Megyn Kelly came under fire by her NBC bosses for saying that blackface, during her growing up years, was barely a blink on the politically correct radar during Halloween time, and for questioning why a white woman who darkened her face while wearing a Diana Ross costume was assumed to be racist.
But it’s OK for NBC’s nighttime anchor Lester Holt to wear a whiteface to mimic British pop star Susan Boyle?
And it’s OK for NBC’s Hoda Kotb to lighten her skin to portray white country star Blake Shelton?
And it’s OK for Jimmy Kimmel and Jimmy Fallon, the latter of whom now works for NBC, to don blackface for their own special comedic purposes?
Go figure. Racism, apparently, is selective.
Hat tip to Mediaite for putting this together: “Lester Holt, NBC Nightly News anchor, last week covered the story of outgoing fellow NBC-er Megyn Kelly talking about blackface and whiteface, the segment for which she was ultimately booted from her show,” the news outlet reported.
Kelly, for those who don’t recall, said that “you do get in trouble if you are a white person who puts on blackface on Halloween, or a black person who puts on whiteface on Halloween. When I as a kid that was OK as long as you were dressing up like a character.”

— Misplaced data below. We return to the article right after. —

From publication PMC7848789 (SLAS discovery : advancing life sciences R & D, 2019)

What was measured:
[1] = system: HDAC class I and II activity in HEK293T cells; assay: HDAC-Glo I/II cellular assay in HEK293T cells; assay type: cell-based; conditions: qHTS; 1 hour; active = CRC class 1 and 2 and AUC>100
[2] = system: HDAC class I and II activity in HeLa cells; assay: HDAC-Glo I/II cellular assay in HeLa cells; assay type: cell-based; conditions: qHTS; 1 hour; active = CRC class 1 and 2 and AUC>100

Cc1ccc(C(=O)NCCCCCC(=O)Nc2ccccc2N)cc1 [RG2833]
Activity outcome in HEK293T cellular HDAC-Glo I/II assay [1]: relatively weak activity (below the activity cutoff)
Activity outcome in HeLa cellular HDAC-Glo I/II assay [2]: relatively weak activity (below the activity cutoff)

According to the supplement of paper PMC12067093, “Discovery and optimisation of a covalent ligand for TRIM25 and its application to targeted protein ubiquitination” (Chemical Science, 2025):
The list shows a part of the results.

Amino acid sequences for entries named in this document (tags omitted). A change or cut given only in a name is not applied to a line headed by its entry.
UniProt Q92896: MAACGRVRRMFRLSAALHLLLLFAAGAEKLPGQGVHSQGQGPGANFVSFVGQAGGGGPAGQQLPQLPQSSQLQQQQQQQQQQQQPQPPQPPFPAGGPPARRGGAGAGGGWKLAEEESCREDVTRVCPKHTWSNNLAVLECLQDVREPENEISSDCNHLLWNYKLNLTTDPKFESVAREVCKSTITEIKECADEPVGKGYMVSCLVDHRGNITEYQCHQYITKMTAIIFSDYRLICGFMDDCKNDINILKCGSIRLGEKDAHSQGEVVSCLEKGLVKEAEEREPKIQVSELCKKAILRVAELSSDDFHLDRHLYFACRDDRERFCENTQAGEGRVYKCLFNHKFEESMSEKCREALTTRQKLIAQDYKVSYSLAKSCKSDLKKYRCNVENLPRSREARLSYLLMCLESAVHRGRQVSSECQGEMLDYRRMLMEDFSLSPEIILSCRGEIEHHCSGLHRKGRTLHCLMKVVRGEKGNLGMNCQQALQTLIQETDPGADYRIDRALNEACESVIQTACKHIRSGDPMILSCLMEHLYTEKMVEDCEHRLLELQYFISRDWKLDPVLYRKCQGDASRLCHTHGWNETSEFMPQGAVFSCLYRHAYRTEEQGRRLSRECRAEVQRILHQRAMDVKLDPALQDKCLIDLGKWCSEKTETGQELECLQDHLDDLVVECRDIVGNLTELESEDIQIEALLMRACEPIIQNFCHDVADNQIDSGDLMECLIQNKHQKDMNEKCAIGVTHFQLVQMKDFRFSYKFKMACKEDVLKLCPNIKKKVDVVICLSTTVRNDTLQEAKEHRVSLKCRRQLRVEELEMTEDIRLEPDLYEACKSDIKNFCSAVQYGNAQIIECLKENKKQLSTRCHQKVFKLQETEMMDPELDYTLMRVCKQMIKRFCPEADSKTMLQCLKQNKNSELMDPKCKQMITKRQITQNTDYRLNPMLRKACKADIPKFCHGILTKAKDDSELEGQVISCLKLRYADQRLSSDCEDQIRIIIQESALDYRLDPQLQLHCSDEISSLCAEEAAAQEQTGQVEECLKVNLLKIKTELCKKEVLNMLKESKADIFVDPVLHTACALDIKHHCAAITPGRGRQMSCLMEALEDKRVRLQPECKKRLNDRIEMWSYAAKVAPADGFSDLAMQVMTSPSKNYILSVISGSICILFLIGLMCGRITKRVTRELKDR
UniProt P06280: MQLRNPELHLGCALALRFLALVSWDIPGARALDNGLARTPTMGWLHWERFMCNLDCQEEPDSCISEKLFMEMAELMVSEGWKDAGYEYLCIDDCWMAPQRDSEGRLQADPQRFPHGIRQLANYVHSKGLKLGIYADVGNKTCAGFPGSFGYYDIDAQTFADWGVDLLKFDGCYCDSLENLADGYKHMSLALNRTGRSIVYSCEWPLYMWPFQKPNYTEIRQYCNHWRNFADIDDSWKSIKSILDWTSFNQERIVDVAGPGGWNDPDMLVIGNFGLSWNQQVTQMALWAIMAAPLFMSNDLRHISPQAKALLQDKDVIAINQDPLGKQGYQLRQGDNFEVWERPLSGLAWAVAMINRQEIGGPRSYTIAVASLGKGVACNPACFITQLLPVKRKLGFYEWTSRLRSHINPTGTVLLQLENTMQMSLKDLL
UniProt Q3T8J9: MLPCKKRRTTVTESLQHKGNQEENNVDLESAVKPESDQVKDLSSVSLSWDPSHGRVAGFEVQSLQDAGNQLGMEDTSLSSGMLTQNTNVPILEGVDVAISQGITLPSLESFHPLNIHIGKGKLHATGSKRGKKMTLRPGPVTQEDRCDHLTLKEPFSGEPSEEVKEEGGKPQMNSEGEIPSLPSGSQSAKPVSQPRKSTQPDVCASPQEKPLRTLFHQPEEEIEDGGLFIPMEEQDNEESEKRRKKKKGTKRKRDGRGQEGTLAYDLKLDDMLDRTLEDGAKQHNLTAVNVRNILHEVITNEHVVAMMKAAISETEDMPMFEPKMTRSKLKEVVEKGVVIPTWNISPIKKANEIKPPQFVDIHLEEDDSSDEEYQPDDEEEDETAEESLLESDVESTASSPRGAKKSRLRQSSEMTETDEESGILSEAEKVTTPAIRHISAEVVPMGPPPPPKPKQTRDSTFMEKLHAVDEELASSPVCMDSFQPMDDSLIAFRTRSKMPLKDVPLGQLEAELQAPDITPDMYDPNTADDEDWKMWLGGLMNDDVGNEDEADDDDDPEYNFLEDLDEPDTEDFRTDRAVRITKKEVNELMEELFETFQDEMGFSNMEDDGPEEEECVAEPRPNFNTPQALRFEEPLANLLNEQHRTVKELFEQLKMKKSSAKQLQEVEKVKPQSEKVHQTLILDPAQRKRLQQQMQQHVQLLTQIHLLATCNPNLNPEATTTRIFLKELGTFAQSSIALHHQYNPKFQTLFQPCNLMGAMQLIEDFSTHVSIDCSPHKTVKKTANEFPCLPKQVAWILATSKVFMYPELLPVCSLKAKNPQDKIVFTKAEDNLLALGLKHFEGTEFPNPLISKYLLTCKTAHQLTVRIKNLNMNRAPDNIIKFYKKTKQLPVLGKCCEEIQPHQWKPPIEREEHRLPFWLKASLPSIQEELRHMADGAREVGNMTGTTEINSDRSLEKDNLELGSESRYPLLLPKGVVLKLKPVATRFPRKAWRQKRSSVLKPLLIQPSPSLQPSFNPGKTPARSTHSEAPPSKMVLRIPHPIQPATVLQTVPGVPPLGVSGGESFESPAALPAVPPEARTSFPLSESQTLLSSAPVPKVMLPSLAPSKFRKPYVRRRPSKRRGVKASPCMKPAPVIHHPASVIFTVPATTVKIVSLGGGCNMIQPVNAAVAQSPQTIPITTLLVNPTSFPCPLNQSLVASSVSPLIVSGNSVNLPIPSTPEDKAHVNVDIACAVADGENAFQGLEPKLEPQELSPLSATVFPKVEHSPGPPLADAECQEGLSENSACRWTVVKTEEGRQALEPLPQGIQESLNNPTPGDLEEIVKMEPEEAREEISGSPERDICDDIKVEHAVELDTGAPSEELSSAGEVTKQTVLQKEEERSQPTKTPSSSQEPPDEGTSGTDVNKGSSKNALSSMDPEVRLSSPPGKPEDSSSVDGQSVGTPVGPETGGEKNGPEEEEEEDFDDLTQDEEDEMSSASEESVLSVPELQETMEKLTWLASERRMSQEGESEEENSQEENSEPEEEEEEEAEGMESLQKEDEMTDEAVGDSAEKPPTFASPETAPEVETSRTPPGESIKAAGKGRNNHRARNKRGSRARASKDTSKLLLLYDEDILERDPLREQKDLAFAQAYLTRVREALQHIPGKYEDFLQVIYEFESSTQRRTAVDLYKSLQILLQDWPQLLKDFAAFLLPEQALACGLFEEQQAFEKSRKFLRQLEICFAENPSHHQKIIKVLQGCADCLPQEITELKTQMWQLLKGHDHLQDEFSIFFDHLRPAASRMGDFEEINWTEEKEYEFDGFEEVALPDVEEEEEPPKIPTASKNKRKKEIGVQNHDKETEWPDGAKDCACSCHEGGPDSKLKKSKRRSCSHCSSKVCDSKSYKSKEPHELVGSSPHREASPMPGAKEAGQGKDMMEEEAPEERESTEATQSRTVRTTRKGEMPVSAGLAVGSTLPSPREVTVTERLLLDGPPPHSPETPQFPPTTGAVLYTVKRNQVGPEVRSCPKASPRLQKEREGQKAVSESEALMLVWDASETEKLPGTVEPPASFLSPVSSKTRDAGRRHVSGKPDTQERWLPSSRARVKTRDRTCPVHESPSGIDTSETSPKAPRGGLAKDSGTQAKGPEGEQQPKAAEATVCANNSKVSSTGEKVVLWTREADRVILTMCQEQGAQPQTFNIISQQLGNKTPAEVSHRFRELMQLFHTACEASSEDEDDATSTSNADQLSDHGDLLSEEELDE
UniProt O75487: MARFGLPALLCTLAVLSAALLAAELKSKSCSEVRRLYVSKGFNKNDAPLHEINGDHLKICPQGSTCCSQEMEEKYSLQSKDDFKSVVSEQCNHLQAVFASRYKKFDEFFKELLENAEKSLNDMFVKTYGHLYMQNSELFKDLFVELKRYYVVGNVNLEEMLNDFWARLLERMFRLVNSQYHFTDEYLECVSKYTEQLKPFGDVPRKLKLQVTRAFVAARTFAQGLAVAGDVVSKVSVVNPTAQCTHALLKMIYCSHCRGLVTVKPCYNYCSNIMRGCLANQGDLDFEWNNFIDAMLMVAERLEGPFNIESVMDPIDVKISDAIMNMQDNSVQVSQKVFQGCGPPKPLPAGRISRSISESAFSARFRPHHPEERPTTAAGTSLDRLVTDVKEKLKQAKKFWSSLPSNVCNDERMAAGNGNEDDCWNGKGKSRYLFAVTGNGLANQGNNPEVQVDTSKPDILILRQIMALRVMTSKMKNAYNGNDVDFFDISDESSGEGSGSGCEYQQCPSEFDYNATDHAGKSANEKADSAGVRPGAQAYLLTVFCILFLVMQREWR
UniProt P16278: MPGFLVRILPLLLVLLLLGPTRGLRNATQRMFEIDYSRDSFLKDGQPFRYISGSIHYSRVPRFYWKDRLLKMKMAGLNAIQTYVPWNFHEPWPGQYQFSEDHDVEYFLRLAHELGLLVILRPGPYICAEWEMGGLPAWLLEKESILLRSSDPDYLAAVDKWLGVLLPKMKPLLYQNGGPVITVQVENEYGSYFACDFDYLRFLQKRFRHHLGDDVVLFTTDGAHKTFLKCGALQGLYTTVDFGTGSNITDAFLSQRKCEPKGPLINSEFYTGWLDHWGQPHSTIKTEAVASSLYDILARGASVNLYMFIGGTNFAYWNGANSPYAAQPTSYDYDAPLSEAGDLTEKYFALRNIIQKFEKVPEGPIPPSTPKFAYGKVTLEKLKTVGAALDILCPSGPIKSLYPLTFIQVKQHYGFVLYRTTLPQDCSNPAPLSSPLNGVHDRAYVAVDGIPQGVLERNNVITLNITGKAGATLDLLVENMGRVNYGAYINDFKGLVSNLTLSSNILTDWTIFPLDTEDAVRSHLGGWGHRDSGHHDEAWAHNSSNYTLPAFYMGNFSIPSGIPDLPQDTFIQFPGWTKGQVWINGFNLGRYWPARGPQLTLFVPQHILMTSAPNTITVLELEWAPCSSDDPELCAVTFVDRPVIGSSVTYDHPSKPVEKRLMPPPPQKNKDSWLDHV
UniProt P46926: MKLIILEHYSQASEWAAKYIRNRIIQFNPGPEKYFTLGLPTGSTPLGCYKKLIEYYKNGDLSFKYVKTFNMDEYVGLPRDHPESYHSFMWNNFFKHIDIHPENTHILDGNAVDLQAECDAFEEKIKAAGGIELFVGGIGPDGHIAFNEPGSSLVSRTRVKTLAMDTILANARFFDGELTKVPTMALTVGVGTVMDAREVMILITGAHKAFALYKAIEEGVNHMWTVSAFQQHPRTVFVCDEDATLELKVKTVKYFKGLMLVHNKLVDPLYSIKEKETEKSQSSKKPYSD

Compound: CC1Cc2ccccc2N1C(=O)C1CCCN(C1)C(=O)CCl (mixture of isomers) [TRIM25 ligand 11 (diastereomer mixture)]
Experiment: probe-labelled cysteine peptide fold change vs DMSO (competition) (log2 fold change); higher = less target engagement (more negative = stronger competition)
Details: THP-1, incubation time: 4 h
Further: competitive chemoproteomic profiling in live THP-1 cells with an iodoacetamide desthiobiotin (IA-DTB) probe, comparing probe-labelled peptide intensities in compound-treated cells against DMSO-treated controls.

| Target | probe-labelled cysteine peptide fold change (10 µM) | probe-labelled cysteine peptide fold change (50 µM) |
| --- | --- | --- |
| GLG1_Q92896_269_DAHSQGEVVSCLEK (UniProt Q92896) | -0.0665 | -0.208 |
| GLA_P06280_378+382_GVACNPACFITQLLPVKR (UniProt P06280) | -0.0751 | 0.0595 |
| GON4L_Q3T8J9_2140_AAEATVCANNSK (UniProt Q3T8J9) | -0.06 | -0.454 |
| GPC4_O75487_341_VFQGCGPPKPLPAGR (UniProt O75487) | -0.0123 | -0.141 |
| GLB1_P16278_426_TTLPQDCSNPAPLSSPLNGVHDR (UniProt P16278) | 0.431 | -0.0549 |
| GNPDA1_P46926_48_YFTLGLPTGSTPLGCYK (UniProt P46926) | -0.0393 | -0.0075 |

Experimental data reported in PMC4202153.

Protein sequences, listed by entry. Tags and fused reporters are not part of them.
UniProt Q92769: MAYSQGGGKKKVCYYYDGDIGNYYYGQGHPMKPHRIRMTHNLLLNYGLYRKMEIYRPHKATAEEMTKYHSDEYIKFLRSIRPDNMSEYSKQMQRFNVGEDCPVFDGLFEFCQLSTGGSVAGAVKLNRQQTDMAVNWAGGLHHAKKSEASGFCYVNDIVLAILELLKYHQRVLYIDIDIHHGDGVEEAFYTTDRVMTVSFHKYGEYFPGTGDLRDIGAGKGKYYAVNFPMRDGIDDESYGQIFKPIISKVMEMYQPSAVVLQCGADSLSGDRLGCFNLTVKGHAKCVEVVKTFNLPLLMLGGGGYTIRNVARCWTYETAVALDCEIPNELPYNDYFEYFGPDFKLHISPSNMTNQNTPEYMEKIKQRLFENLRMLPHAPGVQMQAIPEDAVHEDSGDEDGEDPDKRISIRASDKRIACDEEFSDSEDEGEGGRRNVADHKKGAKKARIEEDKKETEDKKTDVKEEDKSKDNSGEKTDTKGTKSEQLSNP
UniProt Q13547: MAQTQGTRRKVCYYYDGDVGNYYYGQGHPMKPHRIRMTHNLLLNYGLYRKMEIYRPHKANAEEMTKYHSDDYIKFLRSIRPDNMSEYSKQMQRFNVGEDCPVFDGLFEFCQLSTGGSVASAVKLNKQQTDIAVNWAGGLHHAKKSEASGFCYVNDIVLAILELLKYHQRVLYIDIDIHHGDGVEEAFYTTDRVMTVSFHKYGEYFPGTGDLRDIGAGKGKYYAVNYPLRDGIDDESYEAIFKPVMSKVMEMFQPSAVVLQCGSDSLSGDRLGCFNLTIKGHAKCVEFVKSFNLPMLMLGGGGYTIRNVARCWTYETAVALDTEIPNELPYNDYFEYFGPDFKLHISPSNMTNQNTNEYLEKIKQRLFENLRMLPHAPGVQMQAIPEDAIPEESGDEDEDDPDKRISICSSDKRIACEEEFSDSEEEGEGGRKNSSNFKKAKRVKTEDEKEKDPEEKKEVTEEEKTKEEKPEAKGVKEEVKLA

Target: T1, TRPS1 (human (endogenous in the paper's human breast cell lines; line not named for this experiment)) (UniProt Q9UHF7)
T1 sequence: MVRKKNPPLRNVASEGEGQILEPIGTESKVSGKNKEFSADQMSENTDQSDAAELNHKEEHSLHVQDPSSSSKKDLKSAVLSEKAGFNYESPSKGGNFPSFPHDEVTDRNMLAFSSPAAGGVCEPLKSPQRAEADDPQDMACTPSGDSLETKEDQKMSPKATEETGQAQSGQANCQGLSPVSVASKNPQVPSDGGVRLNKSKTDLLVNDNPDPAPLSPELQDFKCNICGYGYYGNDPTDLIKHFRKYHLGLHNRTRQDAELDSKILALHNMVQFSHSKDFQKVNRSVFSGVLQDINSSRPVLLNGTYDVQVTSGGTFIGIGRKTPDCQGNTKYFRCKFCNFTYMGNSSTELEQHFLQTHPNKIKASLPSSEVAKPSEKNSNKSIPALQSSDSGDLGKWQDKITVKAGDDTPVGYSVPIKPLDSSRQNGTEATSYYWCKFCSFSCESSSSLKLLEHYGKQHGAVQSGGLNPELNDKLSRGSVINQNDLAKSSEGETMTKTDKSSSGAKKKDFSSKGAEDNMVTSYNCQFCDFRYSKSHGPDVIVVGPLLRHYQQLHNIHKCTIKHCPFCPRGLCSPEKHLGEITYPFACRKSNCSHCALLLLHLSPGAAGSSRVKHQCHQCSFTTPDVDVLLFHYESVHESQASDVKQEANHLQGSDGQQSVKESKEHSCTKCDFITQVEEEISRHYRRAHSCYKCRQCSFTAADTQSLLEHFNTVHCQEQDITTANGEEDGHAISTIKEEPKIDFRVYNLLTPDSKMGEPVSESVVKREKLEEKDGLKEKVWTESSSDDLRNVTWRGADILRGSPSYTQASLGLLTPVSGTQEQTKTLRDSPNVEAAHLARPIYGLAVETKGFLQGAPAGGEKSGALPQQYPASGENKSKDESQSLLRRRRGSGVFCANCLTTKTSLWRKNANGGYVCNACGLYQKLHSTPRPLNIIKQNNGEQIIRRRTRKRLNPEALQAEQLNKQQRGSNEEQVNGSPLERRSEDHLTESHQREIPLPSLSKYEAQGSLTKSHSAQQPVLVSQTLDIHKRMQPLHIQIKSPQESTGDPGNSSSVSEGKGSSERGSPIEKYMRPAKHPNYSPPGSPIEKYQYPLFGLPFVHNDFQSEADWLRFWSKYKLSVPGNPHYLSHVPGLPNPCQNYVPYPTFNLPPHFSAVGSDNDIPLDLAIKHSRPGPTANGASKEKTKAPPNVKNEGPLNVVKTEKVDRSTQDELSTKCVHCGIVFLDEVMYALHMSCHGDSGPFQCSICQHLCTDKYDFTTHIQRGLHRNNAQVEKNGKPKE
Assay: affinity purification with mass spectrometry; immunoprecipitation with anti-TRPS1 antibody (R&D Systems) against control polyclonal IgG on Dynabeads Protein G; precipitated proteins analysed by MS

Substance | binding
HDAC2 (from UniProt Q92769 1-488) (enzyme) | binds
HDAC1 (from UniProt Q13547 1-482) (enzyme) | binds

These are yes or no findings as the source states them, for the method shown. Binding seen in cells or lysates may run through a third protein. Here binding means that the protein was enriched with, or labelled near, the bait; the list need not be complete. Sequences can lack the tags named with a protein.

Holt, on his television segment, conveniently forgot to mention whiteface — and here’s why: A photo of him surfaced dressed in whiteface mirror of Boyle for Halloween. And the photo surfaced because Holt actually dressed the part for a segment on the “Today Show” on NBC.
“So on Megyn Kelly’s own specific show on the network,” Mediaite wrote, “they previously had a person use make-up to dress in a costume portraying someone not just of a different race, but gender. And that’s not the only example. … Kotb dressed as Blake Shelton, standing with actual Blake Shelton. So she is humorously portraying a singer she presumably likes.”
Kind of like what Kelly was suggesting about Ross — that painting one’s face the skin color of the famous singer as a Halloween costume, as “real Housewives of New York” star Luann de Lesseps did, may not be as racist as all that.
“I don’t know, I felt like, who doesn’t love Diana Ross?” is how Kelly put it, on NBC.
Good point. So exactly where are the lines being drawn nowadays between racist and not racist? Kelly’s big fault may have been as it’s been whispered in recent days: She made the mistake of siding with conservatives on her NBC show one too many times.
She certainly wasn’t guilty of anything that rose to the so-called racist level of her far-left fellow television personalities.
Kimmel, for instance, has not only dressed as Utah Jazz player Karl Malone, but also even added a “speech impediment” as part of his parody. Fallon, meanwhile, has donned blackface and “spouted some fairly racist cliches while imitating [comedian Chris] Rock on ‘Saturday Night Live,’ ” The Root wrote.
It’s enough to confuse even the most politically sensitive. But then again, not really. Here’s the thing to remember: Racism is whatever the liberals want it to be. Hypocrisy, be danged.
• Cheryl Chumley can be reached at email@example.com or on Twitter, @ckchumley.
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